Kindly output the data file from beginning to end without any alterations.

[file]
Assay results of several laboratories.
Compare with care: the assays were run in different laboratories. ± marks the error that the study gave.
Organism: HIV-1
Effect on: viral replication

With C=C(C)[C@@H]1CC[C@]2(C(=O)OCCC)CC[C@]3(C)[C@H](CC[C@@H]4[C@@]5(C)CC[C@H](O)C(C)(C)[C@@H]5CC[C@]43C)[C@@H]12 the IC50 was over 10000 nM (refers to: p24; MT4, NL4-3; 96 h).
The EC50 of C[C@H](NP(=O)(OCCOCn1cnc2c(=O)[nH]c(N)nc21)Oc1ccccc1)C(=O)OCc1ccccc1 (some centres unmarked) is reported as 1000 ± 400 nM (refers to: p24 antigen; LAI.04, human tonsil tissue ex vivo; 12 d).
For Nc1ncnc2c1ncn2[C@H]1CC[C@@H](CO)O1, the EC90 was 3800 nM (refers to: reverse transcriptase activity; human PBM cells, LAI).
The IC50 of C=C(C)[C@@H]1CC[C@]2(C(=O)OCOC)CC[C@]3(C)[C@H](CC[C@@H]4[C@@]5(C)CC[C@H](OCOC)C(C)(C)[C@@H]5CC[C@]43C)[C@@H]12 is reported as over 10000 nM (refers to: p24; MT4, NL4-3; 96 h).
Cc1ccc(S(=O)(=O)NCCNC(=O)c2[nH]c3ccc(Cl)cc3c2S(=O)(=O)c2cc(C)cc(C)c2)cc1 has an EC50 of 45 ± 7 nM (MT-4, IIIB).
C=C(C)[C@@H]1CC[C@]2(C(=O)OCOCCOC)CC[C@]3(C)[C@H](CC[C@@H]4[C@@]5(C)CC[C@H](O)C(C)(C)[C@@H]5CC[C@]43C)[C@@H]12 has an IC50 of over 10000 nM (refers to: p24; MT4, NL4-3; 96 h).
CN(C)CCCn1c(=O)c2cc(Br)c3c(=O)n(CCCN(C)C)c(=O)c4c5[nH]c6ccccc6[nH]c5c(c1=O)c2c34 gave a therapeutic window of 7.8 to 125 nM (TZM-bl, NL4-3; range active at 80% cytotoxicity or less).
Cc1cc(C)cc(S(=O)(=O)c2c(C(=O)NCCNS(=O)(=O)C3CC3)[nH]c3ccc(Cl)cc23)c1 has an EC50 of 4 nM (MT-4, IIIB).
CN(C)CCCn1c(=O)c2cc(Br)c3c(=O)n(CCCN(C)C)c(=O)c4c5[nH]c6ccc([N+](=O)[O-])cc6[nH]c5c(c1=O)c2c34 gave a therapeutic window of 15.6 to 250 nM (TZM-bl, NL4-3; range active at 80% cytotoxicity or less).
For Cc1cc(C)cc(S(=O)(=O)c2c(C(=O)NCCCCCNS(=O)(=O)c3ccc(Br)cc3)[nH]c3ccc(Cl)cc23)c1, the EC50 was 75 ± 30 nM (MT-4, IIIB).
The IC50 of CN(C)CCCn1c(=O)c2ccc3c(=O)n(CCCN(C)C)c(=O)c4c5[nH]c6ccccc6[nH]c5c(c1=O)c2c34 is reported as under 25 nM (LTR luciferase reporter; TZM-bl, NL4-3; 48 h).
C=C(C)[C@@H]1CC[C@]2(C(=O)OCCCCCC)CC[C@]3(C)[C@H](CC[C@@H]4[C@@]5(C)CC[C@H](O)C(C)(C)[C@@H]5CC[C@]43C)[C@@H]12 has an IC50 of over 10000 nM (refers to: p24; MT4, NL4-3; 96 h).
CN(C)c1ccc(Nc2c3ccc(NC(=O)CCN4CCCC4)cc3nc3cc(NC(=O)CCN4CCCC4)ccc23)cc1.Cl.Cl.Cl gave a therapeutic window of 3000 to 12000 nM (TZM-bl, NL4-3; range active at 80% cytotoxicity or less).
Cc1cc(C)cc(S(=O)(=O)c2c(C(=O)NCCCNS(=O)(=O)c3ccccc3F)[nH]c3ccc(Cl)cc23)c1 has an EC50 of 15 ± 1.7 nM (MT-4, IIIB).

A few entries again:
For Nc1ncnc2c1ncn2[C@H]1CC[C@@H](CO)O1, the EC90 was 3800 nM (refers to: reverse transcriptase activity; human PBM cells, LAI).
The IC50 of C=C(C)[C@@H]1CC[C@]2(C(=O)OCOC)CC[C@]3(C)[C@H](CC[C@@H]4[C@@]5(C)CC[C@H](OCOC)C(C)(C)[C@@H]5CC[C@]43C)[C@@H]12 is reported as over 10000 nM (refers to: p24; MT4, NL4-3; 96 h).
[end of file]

Assay results of several laboratories.
Compare with care: the assays were run in different laboratories. ± marks the error that the study gave.
Organism: HIV-1
Effect on: viral replication

With C=C(C)[C@@H]1CC[C@]2(C(=O)OCCC)CC[C@]3(C)[C@H](CC[C@@H]4[C@@]5(C)CC[C@H](O)C(C)(C)[C@@H]5CC[C@]43C)[C@@H]12 the IC50 was over 10000 nM (refers to: p24; MT4, NL4-3; 96 h).
The EC50 of C[C@H](NP(=O)(OCCOCn1cnc2c(=O)[nH]c(N)nc21)Oc1ccccc1)C(=O)OCc1ccccc1 (some centres unmarked) is reported as 1000 ± 400 nM (refers to: p24 antigen; LAI.04, human tonsil tissue ex vivo; 12 d).
For Nc1ncnc2c1ncn2[C@H]1CC[C@@H](CO)O1, the EC90 was 3800 nM (refers to: reverse transcriptase activity; human PBM cells, LAI).
The IC50 of C=C(C)[C@@H]1CC[C@]2(C(=O)OCOC)CC[C@]3(C)[C@H](CC[C@@H]4[C@@]5(C)CC[C@H](OCOC)C(C)(C)[C@@H]5CC[C@]43C)[C@@H]12 is reported as over 10000 nM (refers to: p24; MT4, NL4-3; 96 h).
Cc1ccc(S(=O)(=O)NCCNC(=O)c2[nH]c3ccc(Cl)cc3c2S(=O)(=O)c2cc(C)cc(C)c2)cc1 has an EC50 of 45 ± 7 nM (MT-4, IIIB).
C=C(C)[C@@H]1CC[C@]2(C(=O)OCOCCOC)CC[C@]3(C)[C@H](CC[C@@H]4[C@@]5(C)CC[C@H](O)C(C)(C)[C@@H]5CC[C@]43C)[C@@H]12 has an IC50 of over 10000 nM (refers to: p24; MT4, NL4-3; 96 h).
CN(C)CCCn1c(=O)c2cc(Br)c3c(=O)n(CCCN(C)C)c(=O)c4c5[nH]c6ccccc6[nH]c5c(c1=O)c2c34 gave a therapeutic window of 7.8 to 125 nM (TZM-bl, NL4-3; range active at 80% cytotoxicity or less).
Cc1cc(C)cc(S(=O)(=O)c2c(C(=O)NCCNS(=O)(=O)C3CC3)[nH]c3ccc(Cl)cc23)c1 has an EC50 of 4 nM (MT-4, IIIB).
CN(C)CCCn1c(=O)c2cc(Br)c3c(=O)n(CCCN(C)C)c(=O)c4c5[nH]c6ccc([N+](=O)[O-])cc6[nH]c5c(c1=O)c2c34 gave a therapeutic window of 15.6 to 250 nM (TZM-bl, NL4-3; range active at 80% cytotoxicity or less).
For Cc1cc(C)cc(S(=O)(=O)c2c(C(=O)NCCCCCNS(=O)(=O)c3ccc(Br)cc3)[nH]c3ccc(Cl)cc23)c1, the EC50 was 75 ± 30 nM (MT-4, IIIB).
The IC50 of CN(C)CCCn1c(=O)c2ccc3c(=O)n(CCCN(C)C)c(=O)c4c5[nH]c6ccccc6[nH]c5c(c1=O)c2c34 is reported as under 25 nM (LTR luciferase reporter; TZM-bl, NL4-3; 48 h).
C=C(C)[C@@H]1CC[C@]2(C(=O)OCCCCCC)CC[C@]3(C)[C@H](CC[C@@H]4[C@@]5(C)CC[C@H](O)C(C)(C)[C@@H]5CC[C@]43C)[C@@H]12 has an IC50 of over 10000 nM (refers to: p24; MT4, NL4-3; 96 h).
CN(C)c1ccc(Nc2c3ccc(NC(=O)CCN4CCCC4)cc3nc3cc(NC(=O)CCN4CCCC4)ccc23)cc1.Cl.Cl.Cl gave a therapeutic window of 3000 to 12000 nM (TZM-bl, NL4-3; range active at 80% cytotoxicity or less).
Cc1cc(C)cc(S(=O)(=O)c2c(C(=O)NCCCNS(=O)(=O)c3ccccc3F)[nH]c3ccc(Cl)cc23)c1 has an EC50 of 15 ± 1.7 nM (MT-4, IIIB).

A few entries again:
For Nc1ncnc2c1ncn2[C@H]1CC[C@@H](CO)O1, the EC90 was 3800 nM (refers to: reverse transcriptase activity; human PBM cells, LAI).
The IC50 of C=C(C)[C@@H]1CC[C@]2(C(=O)OCOC)CC[C@]3(C)[C@H](CC[C@@H]4[C@@]5(C)CC[C@H](OCOC)C(C)(C)[C@@H]5CC[C@]43C)[C@@H]12 is reported as over 10000 nM (refers to: p24; MT4, NL4-3; 96 h).